Me: Eat. Clear table. Load dishes, glasses, utensils, and serving plates into dishwasher. Pour dust type soap into place allotted for dust type soap. Close dishwasher door, start cycle, go to bed. Get up the next morning, go downstairs, empty sparkling clean contents of dishwasher, replace contents into cabinets, go about my day.
Others: Eat. Clear table. Rinse dishes under kitchen faucet with hot water running full blast for what seems like 20 minutes. Load dishes, glasses, utensils, and serving plates into dishwasher. Pour dust type soap into place allotted for the dust type soap. Close dishwasher door, start cycle, go to bed. Get up the next morning, go downstairs, empty sparkling clean contents of dishwasher, replace contents into cabinets, go about your day.
The difference between me and others? I don't rinse before I load. Why? Well, would you hand wash your car at home before taking it to an automatic car wash? Would you mow your lawn (I mow my own lawn, but if you have lawn care people), an hour before your lawn care people come do it? I wouldn't. And I know I'm not the brightest gimlet glass in the china closet, but I spent $550 on a dishwasher and I'll be Gol danged to hang if I'm going to prewash my dishes before I load them into it.
Course that's just me. I don't know, maybe you bought the dishwasher that advertised, "New Stainless Quiet Fast DW 515 Cleans Dishes ... Just About." Reminds me of the chainsaw I bought that advertised, "Cuts Down Giant Trees ... Almost." What about the sexual performance enhancement pill that boasts, "Guaranteed To Make You Very Appreciative Of Your Partner, Beyond That, You're On Your Own."
I'm absolutely positive most of you are reading this thinking "No, no, no, you have to rinse them before you put them in the dishwasher." Well I say, no, no, no, you don't. I've checked. I always load crud filled plates and utensils in the dishwasher without rinsing them first, and they always come out perfectly dry and sparkling clean. They do, period.
So if you wash your dishes in a dishwasher, no need to rinse them before you load them, ever again, you're off the hook. Think of the time you'll save over the course of your life, some of which you can spend pondering a thought that came to me this morning as I lay in bed half awake. It's as concrete and true and solid and factual a thought as one could ever wish to have:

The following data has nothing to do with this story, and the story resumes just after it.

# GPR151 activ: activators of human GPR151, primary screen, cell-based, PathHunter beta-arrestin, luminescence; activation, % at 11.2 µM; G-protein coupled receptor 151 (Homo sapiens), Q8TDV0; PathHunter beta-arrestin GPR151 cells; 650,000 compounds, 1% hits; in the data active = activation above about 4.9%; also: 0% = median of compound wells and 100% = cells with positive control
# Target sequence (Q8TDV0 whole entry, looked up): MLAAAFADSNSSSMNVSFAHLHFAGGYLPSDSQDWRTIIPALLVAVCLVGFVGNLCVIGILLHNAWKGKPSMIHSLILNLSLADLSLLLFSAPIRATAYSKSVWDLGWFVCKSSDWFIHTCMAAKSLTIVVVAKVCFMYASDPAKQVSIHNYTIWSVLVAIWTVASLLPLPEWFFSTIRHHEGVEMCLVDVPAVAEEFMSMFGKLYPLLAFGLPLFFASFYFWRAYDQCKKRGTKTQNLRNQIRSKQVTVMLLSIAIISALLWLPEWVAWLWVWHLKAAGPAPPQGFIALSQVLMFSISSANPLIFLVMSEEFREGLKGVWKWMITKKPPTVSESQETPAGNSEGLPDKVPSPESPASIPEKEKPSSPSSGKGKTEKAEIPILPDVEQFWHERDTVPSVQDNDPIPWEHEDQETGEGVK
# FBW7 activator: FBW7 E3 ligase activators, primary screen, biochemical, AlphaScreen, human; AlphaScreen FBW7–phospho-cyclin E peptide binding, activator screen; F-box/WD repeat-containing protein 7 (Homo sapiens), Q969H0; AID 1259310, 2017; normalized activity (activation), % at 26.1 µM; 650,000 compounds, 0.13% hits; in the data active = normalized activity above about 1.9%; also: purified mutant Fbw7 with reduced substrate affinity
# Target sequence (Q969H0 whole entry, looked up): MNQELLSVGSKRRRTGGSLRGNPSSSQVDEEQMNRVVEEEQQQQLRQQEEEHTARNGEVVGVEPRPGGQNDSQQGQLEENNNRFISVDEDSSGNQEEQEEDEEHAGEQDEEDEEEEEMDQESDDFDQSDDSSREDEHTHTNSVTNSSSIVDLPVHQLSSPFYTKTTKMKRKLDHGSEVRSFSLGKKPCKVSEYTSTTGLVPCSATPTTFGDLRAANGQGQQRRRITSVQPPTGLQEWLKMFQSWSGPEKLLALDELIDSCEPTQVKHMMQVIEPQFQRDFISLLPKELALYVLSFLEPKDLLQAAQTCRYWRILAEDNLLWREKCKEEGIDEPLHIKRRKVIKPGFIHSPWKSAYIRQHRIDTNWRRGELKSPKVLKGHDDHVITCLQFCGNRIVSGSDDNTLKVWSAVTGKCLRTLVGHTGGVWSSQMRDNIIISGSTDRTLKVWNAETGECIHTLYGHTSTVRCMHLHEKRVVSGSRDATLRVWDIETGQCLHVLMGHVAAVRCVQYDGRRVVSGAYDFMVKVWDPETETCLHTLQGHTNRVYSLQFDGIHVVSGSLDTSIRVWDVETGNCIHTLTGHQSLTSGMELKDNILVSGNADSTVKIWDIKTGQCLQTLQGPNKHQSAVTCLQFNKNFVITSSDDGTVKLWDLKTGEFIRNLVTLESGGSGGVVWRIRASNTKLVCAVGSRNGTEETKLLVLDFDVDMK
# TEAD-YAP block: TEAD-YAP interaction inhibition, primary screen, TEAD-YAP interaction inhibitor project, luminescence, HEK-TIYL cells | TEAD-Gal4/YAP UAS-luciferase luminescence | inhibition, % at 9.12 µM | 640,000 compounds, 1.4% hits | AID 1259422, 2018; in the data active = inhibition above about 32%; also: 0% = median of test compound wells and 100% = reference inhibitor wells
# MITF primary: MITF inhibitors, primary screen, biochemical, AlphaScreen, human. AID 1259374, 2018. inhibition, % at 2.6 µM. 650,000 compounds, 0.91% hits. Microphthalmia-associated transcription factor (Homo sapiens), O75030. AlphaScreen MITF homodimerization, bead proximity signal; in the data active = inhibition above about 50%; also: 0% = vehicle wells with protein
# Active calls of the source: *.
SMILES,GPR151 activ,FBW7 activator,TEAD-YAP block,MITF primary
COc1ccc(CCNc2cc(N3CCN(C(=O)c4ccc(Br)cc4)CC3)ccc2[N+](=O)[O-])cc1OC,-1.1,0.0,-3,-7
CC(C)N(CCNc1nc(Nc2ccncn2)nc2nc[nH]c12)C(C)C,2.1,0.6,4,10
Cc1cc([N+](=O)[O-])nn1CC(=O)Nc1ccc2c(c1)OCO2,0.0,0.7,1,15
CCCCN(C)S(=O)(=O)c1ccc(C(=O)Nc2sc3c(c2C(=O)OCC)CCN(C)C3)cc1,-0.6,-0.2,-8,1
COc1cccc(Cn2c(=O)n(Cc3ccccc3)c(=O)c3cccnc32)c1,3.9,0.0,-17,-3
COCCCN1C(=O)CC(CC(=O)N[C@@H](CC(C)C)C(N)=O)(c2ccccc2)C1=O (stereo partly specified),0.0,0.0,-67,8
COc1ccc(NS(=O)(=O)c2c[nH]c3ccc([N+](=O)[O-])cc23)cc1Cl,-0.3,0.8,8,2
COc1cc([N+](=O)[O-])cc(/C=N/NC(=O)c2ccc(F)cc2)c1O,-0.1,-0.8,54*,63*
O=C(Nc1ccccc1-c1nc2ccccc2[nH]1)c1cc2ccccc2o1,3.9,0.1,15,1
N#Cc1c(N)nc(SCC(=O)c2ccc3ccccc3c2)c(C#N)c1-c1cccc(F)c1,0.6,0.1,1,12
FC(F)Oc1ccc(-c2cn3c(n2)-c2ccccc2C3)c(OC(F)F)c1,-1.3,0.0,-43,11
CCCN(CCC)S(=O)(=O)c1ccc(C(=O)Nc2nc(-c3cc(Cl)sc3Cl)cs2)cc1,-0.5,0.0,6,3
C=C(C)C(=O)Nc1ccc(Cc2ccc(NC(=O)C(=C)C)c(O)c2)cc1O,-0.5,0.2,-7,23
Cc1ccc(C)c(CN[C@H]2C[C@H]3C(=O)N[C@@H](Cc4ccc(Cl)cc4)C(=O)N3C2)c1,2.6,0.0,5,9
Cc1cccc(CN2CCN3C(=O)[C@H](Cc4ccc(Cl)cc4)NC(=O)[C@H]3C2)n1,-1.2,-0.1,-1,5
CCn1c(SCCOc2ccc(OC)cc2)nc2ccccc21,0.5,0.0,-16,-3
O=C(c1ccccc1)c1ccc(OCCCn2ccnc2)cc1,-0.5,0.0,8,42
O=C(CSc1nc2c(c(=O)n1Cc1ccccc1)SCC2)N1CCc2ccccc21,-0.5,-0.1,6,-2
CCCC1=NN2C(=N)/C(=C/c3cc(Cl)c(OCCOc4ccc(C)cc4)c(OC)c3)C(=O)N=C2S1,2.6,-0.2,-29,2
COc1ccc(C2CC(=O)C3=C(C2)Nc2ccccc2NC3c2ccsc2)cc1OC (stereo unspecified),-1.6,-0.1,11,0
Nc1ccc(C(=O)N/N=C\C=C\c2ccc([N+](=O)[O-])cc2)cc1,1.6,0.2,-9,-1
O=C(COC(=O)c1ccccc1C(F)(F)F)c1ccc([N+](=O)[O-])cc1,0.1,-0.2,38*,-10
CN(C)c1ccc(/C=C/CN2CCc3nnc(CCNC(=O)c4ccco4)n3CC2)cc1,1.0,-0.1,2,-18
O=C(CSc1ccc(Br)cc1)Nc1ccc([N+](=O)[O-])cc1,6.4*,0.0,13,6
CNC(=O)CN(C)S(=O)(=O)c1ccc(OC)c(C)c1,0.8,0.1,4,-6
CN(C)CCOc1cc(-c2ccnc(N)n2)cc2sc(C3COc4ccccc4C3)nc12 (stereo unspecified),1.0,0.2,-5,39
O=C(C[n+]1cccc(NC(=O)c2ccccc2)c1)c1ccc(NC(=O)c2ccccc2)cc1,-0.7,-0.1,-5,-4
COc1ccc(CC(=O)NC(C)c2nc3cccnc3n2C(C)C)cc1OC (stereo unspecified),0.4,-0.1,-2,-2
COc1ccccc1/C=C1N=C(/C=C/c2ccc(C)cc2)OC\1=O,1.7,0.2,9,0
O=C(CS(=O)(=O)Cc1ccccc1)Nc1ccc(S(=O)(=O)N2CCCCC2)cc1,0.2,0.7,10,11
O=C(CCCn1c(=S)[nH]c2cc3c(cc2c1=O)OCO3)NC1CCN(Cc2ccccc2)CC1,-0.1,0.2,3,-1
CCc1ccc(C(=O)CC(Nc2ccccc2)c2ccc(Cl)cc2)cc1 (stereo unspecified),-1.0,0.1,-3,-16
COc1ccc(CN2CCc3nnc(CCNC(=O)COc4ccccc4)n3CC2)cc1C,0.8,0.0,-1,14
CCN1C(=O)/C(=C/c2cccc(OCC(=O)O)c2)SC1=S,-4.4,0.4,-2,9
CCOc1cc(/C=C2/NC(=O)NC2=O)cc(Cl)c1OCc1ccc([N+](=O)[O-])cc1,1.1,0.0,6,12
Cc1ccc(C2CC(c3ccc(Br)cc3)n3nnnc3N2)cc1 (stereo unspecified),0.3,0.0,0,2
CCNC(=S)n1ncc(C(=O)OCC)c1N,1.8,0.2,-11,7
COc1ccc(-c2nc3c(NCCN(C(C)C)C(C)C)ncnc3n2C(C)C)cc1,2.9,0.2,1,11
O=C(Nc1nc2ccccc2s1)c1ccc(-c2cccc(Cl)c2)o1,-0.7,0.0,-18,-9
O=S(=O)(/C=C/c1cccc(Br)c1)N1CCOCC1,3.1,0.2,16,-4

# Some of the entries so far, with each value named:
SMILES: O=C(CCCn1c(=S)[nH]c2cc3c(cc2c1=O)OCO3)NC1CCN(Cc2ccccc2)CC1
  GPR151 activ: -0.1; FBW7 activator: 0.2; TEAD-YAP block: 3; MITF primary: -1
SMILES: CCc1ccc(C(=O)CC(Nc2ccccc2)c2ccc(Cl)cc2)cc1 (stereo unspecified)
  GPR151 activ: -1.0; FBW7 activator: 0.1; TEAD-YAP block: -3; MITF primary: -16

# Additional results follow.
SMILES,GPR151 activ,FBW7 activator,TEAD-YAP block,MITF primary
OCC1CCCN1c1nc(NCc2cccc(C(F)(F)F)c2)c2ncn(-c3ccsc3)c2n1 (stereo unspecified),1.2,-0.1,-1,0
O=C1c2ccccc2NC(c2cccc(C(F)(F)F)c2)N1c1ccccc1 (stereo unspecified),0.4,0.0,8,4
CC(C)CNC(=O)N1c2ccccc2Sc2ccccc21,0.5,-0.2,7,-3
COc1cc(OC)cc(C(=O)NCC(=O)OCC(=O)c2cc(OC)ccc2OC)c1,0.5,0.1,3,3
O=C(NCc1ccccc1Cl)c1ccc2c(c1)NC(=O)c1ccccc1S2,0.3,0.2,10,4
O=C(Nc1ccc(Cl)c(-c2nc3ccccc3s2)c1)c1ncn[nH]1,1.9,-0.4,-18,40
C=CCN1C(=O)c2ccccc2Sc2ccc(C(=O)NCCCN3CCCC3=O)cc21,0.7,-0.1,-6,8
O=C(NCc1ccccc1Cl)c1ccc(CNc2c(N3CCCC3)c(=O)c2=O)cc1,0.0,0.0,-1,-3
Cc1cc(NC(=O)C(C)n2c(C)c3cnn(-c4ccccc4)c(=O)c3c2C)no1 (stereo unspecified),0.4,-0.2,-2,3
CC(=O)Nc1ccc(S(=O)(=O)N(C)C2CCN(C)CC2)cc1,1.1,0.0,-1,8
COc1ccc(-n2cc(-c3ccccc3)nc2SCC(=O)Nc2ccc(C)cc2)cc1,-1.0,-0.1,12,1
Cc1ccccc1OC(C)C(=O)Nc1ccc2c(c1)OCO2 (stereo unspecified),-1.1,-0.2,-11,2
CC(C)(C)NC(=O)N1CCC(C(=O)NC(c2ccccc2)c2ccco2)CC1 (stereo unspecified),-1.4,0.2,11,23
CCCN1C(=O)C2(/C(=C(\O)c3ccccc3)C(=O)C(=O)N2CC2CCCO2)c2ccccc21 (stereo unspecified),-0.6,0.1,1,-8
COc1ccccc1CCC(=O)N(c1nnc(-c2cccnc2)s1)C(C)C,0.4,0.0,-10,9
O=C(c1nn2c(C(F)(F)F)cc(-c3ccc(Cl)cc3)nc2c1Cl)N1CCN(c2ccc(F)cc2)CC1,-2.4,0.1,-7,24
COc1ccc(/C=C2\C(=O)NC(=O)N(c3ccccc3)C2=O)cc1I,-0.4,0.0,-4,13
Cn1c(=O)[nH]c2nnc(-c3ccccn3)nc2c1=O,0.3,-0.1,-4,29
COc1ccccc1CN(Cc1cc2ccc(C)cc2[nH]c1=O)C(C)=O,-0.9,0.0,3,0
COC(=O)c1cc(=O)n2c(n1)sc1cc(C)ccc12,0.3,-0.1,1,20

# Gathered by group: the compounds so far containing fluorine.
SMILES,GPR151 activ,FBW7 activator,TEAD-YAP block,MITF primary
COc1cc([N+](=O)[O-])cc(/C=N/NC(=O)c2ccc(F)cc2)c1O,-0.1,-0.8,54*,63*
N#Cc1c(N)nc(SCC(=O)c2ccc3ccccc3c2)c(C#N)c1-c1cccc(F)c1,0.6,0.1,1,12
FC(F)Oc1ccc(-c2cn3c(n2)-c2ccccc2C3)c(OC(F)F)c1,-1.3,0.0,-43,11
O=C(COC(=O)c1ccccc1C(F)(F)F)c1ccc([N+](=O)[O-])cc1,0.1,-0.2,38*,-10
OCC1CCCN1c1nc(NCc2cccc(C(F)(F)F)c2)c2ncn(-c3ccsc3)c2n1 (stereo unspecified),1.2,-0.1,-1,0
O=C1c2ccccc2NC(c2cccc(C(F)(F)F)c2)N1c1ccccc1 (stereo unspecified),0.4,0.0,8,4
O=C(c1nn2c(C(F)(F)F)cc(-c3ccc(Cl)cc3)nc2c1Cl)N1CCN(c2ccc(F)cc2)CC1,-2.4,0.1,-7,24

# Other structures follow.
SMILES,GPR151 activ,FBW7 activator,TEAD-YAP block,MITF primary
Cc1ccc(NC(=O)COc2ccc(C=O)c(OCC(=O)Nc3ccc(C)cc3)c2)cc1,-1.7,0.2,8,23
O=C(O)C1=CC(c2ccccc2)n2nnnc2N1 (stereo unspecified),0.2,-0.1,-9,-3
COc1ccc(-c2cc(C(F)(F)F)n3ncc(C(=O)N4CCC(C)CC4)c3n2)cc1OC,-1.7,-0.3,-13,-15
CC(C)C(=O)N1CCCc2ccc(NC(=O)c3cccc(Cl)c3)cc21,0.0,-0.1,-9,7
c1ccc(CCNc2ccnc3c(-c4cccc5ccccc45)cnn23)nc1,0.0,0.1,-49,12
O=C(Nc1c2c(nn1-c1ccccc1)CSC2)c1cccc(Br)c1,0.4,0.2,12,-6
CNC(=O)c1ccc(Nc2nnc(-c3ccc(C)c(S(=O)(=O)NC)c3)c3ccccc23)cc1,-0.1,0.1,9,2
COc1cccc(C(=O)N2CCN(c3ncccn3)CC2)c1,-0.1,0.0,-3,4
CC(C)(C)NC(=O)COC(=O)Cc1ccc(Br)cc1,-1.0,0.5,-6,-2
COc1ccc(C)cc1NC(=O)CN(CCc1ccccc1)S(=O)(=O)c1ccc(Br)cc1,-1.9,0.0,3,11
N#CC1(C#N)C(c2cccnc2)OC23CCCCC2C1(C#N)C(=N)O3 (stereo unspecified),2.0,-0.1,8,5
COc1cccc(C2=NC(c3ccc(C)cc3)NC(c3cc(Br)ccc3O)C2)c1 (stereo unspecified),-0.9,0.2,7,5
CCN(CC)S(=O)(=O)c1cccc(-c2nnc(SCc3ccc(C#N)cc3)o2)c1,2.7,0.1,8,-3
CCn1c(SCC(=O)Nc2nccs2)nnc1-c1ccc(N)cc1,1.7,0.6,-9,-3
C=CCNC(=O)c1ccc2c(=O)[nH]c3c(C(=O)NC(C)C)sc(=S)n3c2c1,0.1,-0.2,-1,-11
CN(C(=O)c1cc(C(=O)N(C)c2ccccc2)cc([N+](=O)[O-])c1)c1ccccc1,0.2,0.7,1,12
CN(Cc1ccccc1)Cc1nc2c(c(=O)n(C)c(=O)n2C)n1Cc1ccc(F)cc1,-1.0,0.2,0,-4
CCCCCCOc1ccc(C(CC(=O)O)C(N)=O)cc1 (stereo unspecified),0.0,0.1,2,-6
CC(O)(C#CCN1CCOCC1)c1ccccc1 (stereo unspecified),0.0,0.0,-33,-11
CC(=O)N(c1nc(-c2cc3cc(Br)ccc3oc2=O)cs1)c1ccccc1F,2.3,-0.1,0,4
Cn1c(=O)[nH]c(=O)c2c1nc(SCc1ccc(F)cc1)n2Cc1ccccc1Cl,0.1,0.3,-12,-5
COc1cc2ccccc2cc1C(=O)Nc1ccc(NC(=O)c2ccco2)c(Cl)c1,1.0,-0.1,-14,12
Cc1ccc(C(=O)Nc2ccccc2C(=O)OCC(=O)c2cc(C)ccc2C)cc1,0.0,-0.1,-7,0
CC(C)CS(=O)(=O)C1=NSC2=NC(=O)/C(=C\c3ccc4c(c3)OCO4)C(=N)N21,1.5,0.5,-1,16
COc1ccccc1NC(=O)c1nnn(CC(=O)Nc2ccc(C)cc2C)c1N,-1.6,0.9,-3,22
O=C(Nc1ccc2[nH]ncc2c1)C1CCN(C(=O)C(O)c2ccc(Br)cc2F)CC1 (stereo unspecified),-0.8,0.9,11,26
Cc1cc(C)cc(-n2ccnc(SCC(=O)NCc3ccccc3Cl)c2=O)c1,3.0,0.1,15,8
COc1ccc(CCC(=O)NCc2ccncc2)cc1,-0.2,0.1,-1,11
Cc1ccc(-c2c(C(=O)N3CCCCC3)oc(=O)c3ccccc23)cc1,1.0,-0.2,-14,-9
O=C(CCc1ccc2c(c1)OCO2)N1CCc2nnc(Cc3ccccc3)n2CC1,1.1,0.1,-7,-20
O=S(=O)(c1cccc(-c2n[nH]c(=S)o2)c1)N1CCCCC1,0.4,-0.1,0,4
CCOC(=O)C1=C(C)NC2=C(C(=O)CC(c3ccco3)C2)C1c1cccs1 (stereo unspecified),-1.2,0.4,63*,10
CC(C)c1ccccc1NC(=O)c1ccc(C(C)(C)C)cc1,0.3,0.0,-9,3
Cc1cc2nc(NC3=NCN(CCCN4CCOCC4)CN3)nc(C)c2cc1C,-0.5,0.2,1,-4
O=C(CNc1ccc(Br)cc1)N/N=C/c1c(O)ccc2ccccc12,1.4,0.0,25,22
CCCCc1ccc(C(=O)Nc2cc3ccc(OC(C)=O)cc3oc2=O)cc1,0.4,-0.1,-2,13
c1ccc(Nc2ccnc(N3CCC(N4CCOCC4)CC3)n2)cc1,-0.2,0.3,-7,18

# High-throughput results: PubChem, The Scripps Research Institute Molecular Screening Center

Apple Crisp isn't crisp.
Ahhh, now you're saying, "Oh yes it is Rusty, apple crisp is crisp."
I'm 48 years old, I've had me some apple crisp, and while eating it I've never worried about chipping a tooth, or slicing the roof of my mouth. I've never been annoyed by someone at the table crunchy-crunching themselves through a bowl of apple crisp, and I've never had a waiter describe it to me by saying, "Yes indeed sir, the chef's apple crisp will surely cure what ails the obsessive need you might have to crunch something."
Sometimes the edges are browned, sometimes it's chewy (call it congealed crisp, or chewy crisp), but I've never, ever, experienced any sign of literal crispness as it relates to apple crisp, and I don't think I'll ever accept an argument to the contrary.
Prewashing dishes before you load them? Calling a half-hearted imitation of apple pie apple crisp?
An oft-used term on construction sites is, "Think about it!"
Rusty DeWees tours Vermont and Northern New York with his act "The Logger." His column appears weekly. He can be reached at email@example.com. Listen for The Logger, Rusty DeWees, Thursdays at 7:40 on the Big Station, 98.9 WOKO or visit his website at www.thelogger.com